CIO Kent Insley on Tiedemann’s Investing Philosophy and Manager Selection Process | Business Insider
The investment chief at a $20 billion family office explains how he allocates assets for the ultra-wealthy — and shares 3 outperforming mutual fund managers on his buy list
Business Insider | By Vicky Ge Huang | November 24, 2020
- Kent Insley is the chief investment officer of Tiedemann Advisors, a $20 billion family office for high-net-worth individuals, families, trusts, foundations, and endowments.
- Insley leads a 17-person investment team that is tasked with searching for and allocating to fund managers who can demonstrate a successful and repeatable investment process, have the right client alignment in place, employ a long-term orientation, and charge a reasonable fee.
- In an interview with Business Insider, he explains the team's investment philosophy and shares three outperforming managers — including a hidden gem manager —on his buy list.
Growing up with a passion for research and debate, Kent Insley had planned for a career in politics and law.
But two college internships in Washington D.C. and a lot of devouring of the financial periodicals later, he pivoted to a career in investment management, starting as a management trainee at Boston-based MFS Investment Management and then working his way up to becoming a fixed-income specialist at New York-based hedge fund Millennium Partners.
Today, he serves as the chief investment officer of Tiedemann Advisors, a $20 billion family office that invests for 370 clients ranging from high-net-worth individuals and families to trusts, foundations, and endowments.
As the head of a 17-person investment team, Insley is tasked with overseeing the firm's investment process related to asset allocation and implementation, which he anchors around three pillars.
"Our clients all have a very long time horizon, so our investment philosophy is to use a long-term investment orientation that emphasizes risk management, valuation, and sustainability to achieve the clients' goals," he said.
Risk management is first and foremost for Insley because of his belief in the laws of compounding, which indicates that small losses generally take less time and smaller gains to recoup, while big losses require significant gains and longer time to recover pre-loss portfolio value.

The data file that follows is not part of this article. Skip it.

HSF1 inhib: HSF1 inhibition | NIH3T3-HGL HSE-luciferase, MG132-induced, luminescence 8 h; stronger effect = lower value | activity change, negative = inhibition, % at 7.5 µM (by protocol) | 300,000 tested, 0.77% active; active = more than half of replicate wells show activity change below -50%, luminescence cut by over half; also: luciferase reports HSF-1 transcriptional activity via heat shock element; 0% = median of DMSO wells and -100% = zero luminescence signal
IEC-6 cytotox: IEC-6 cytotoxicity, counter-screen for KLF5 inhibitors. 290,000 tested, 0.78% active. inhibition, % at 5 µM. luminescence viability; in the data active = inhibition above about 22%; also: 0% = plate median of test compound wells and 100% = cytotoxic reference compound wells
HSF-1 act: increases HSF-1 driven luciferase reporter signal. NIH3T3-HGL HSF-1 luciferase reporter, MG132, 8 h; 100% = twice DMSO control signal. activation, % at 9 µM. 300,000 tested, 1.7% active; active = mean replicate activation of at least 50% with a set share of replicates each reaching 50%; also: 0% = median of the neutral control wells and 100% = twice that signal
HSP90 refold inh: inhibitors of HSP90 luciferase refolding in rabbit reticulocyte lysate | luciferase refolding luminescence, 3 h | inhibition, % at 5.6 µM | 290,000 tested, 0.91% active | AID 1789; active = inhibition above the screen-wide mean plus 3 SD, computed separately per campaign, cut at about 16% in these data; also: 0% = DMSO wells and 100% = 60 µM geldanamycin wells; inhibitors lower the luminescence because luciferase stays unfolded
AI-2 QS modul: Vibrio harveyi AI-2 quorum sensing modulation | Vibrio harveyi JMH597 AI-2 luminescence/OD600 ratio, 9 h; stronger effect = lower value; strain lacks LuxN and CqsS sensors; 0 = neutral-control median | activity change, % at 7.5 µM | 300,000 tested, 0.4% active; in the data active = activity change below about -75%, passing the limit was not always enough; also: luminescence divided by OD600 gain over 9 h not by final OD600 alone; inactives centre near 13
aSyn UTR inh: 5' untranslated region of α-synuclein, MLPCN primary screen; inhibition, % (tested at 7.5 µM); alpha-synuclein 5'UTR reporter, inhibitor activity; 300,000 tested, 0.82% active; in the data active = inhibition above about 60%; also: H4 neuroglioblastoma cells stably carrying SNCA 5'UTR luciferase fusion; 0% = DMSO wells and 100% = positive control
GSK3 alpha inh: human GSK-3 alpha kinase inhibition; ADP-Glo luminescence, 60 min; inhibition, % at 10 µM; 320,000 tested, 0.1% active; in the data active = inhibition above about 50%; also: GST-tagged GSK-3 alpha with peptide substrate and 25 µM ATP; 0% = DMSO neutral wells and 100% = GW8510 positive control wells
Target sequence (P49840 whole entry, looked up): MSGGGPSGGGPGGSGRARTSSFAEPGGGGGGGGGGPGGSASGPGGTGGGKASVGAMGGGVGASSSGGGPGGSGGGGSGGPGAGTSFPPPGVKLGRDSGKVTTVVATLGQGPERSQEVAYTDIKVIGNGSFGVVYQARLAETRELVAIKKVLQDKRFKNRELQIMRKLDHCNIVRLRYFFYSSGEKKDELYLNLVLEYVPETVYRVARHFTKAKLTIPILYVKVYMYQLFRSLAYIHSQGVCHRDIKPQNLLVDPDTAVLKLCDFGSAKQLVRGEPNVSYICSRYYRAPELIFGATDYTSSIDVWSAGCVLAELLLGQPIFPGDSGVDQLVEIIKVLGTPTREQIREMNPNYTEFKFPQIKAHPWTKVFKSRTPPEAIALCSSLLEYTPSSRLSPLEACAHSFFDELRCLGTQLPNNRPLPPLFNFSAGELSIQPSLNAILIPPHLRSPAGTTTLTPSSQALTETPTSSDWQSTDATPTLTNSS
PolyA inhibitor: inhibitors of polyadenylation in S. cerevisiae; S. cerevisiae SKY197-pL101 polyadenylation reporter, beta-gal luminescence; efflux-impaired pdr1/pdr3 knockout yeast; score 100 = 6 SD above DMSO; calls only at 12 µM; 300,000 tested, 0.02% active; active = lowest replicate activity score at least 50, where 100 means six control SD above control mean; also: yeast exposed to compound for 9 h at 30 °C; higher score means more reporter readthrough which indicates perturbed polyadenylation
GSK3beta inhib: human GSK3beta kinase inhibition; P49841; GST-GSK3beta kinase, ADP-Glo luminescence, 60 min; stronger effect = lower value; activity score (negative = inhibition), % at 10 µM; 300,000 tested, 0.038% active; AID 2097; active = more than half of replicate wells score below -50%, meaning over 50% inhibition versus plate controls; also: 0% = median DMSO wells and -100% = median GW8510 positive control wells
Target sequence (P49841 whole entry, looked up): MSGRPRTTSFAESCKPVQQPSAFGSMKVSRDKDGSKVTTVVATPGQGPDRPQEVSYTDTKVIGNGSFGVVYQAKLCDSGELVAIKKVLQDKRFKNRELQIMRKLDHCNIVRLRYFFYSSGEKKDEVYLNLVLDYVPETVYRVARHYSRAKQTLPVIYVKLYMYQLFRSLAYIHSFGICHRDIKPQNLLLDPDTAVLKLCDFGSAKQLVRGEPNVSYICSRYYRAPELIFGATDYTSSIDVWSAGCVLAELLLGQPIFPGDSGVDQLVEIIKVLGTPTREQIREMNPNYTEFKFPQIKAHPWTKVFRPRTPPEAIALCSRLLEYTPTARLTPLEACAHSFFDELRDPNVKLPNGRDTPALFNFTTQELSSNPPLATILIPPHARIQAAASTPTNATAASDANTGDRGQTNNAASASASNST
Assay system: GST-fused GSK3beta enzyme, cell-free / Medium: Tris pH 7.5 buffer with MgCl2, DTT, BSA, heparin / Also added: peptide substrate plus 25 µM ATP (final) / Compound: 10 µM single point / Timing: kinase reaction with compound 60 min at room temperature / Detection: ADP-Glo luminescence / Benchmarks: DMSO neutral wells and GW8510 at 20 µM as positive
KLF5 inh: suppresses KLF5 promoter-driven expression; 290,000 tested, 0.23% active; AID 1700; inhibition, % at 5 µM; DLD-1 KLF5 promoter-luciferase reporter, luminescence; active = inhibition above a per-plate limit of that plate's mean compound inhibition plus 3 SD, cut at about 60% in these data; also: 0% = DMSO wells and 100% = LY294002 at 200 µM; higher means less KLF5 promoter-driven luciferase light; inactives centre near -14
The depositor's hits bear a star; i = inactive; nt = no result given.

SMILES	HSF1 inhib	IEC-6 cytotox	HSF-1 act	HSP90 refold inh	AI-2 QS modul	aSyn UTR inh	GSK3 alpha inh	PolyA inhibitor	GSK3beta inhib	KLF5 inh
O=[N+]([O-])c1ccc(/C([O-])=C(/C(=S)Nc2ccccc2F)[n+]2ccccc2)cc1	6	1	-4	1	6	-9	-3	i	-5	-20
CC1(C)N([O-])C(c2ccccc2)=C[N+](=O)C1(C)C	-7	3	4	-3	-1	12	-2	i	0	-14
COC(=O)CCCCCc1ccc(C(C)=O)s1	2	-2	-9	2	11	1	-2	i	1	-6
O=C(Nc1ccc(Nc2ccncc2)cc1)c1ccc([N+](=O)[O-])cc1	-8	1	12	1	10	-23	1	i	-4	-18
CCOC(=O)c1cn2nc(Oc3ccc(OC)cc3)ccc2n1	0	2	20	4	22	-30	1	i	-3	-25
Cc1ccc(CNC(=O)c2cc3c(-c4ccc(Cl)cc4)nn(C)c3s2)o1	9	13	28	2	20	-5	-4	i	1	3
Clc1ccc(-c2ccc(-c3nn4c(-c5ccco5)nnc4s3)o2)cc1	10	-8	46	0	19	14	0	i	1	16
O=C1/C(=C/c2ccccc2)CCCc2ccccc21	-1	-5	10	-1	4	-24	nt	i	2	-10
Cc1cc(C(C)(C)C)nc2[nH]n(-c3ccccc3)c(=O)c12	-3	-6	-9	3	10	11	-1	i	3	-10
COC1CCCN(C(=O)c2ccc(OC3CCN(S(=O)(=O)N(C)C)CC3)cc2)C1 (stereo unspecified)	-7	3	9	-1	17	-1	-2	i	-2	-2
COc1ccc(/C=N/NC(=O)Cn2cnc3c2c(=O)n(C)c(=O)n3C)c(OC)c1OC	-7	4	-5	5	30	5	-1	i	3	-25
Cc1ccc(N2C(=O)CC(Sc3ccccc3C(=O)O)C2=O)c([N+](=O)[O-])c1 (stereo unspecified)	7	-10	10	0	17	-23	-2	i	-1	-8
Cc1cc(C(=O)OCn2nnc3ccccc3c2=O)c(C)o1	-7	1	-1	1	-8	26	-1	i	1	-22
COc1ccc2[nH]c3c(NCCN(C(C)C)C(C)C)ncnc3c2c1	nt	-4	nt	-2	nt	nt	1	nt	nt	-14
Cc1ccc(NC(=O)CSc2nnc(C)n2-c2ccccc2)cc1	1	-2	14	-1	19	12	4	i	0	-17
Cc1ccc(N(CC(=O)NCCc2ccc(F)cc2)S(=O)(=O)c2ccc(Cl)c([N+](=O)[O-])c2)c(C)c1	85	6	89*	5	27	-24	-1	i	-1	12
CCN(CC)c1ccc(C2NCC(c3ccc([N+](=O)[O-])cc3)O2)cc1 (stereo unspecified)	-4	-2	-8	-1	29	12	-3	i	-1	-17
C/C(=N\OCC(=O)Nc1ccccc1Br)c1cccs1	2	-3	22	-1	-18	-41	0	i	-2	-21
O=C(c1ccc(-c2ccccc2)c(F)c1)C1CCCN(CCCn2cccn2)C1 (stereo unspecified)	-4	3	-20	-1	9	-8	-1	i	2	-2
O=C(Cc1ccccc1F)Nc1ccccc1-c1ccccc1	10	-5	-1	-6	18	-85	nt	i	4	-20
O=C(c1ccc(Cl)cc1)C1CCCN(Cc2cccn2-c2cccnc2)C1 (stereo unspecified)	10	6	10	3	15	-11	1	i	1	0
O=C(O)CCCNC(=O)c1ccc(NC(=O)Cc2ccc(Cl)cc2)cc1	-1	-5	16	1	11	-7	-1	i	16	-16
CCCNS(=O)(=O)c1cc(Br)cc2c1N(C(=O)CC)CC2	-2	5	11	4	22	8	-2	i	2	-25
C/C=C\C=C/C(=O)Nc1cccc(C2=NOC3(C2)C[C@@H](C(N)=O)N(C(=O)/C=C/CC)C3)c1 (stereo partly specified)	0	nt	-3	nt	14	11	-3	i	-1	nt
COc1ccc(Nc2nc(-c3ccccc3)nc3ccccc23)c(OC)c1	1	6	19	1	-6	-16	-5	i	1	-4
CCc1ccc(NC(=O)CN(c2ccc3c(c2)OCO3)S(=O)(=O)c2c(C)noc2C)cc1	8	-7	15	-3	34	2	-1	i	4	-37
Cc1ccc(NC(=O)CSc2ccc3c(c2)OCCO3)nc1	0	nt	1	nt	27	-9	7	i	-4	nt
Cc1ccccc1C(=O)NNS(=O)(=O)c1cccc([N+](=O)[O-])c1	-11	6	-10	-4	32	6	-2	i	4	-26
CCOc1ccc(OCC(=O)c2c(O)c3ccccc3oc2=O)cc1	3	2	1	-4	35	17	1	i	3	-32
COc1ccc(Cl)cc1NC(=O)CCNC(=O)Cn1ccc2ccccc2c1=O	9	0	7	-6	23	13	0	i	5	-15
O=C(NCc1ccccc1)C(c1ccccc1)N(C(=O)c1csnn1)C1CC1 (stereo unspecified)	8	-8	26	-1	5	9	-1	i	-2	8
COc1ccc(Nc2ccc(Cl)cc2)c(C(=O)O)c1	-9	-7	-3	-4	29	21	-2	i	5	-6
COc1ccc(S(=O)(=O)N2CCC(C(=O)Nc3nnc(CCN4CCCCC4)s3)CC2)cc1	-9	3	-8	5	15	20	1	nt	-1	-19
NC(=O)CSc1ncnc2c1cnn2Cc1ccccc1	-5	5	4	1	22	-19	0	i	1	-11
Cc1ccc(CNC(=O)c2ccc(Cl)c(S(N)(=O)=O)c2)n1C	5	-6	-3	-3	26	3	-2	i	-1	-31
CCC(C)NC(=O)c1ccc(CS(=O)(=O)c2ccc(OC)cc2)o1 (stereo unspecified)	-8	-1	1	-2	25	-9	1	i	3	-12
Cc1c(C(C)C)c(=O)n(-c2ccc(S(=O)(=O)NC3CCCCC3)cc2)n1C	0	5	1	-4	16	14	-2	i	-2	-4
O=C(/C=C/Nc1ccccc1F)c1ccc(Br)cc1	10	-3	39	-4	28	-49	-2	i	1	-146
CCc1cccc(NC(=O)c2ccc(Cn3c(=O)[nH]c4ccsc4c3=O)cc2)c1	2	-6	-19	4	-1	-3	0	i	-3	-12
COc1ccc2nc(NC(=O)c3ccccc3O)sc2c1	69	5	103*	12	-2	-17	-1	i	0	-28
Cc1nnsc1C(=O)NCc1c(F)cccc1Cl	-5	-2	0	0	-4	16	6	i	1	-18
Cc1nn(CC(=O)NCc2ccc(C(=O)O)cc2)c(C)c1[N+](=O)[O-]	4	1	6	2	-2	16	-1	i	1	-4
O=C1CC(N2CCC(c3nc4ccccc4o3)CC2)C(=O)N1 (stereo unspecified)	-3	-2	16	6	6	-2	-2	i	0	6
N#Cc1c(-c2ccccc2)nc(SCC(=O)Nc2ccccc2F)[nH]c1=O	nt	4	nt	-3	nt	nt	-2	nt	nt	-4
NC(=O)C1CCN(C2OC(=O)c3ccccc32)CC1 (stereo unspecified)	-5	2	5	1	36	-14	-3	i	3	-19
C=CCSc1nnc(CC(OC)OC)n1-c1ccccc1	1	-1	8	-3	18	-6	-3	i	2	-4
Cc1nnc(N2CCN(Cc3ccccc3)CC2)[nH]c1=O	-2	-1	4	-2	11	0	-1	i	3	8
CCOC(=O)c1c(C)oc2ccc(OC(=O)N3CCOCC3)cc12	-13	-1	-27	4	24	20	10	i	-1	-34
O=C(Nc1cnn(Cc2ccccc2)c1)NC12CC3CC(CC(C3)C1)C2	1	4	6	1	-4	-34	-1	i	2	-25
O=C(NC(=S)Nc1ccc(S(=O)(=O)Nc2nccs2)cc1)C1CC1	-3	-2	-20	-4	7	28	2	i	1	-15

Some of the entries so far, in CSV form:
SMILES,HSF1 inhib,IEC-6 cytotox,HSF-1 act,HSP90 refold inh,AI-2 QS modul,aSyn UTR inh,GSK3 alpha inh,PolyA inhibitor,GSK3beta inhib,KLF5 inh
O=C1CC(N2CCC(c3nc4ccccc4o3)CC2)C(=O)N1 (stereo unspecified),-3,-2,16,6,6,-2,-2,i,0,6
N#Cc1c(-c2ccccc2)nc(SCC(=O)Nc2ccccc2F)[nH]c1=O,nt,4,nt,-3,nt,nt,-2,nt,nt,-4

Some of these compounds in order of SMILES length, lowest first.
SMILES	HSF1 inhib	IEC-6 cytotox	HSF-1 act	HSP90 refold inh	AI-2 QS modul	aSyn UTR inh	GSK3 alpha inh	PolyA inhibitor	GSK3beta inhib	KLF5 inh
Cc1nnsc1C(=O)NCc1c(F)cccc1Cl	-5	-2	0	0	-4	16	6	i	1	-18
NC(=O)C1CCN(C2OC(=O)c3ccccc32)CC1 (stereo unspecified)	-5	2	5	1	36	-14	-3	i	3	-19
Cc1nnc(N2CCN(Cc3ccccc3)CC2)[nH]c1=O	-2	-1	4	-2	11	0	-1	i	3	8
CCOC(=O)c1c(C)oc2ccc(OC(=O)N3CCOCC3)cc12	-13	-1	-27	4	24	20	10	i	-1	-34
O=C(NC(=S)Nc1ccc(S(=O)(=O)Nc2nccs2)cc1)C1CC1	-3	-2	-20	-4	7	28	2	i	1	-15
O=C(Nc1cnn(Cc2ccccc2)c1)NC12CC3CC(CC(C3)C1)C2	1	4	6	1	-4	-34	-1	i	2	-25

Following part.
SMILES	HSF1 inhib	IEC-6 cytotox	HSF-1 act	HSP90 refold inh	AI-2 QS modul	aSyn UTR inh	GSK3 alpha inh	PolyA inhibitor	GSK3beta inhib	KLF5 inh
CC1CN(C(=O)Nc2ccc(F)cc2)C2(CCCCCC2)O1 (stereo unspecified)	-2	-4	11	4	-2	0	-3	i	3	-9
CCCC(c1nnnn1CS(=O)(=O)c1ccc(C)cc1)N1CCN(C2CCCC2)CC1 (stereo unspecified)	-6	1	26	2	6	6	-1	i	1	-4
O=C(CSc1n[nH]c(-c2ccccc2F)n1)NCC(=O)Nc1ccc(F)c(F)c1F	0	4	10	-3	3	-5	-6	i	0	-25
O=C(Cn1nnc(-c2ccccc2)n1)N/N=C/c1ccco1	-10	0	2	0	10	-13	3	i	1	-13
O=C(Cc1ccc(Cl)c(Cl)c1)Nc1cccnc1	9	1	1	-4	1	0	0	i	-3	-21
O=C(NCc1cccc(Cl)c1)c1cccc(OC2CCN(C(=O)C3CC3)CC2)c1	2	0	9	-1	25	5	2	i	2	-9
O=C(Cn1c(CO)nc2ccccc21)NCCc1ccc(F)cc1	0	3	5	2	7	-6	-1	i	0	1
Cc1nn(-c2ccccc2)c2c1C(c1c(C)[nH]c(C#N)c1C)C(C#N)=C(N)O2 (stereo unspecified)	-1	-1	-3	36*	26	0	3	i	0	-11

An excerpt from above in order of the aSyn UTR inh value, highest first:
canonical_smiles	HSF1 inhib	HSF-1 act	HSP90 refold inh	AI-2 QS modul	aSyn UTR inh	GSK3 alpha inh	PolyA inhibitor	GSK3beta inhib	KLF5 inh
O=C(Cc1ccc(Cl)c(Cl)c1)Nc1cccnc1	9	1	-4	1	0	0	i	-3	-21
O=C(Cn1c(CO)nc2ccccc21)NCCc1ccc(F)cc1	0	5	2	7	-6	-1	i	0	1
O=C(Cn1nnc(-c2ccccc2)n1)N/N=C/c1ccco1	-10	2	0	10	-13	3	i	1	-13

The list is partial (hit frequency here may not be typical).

"We think of focus on downside protection over a full market cycle reduces the probability of extreme losses in our clients' portfolios," he said. "And then it limits the drag that volatility and losses can have on long-term compounding."
Valuation, which distinguishes from the value investing style, is another tenet by which Insley invests for his clients.
"Because valuation is an important driver of long-term performance, we do look to gradually shift over time exposure in client portfolios to assets that have been driven below fair value by excessive pessimism and avoid those that have been bid up by excessive optimism," he said.
Last but not least, Insley and his team spend most of their time focusing on sustainability and quality.
"The reason that we focus so much on quality and sustainability is because it is the best way that we know to compound wealth over time," he said. "It also eliminates the risk that you end up investing in a very cyclical or a leveraged business or a business that's run by a bad management team that destroys the value of the business during your holding period."
By focusing on these three pillars, Insley and his team have been able to steer their clients through times of recessions and market stress, but it is only the first step to building resilient portfolios that compound over time.
Finding successful fund managers
After establishing the three pillars for portfolio construction, Insley seeks to find managers who can demonstrate a successful and repeatable investment process, have the right client alignment in place, employ a long-term orientation, and charge a reasonable fee.
These criteria have often led Insley to boutique asset managers.
"They tend to be focused on just one area," he said. "And they will continuously invest in and improve that process over time rather than developing multiple products and becoming like a supermarket of active management."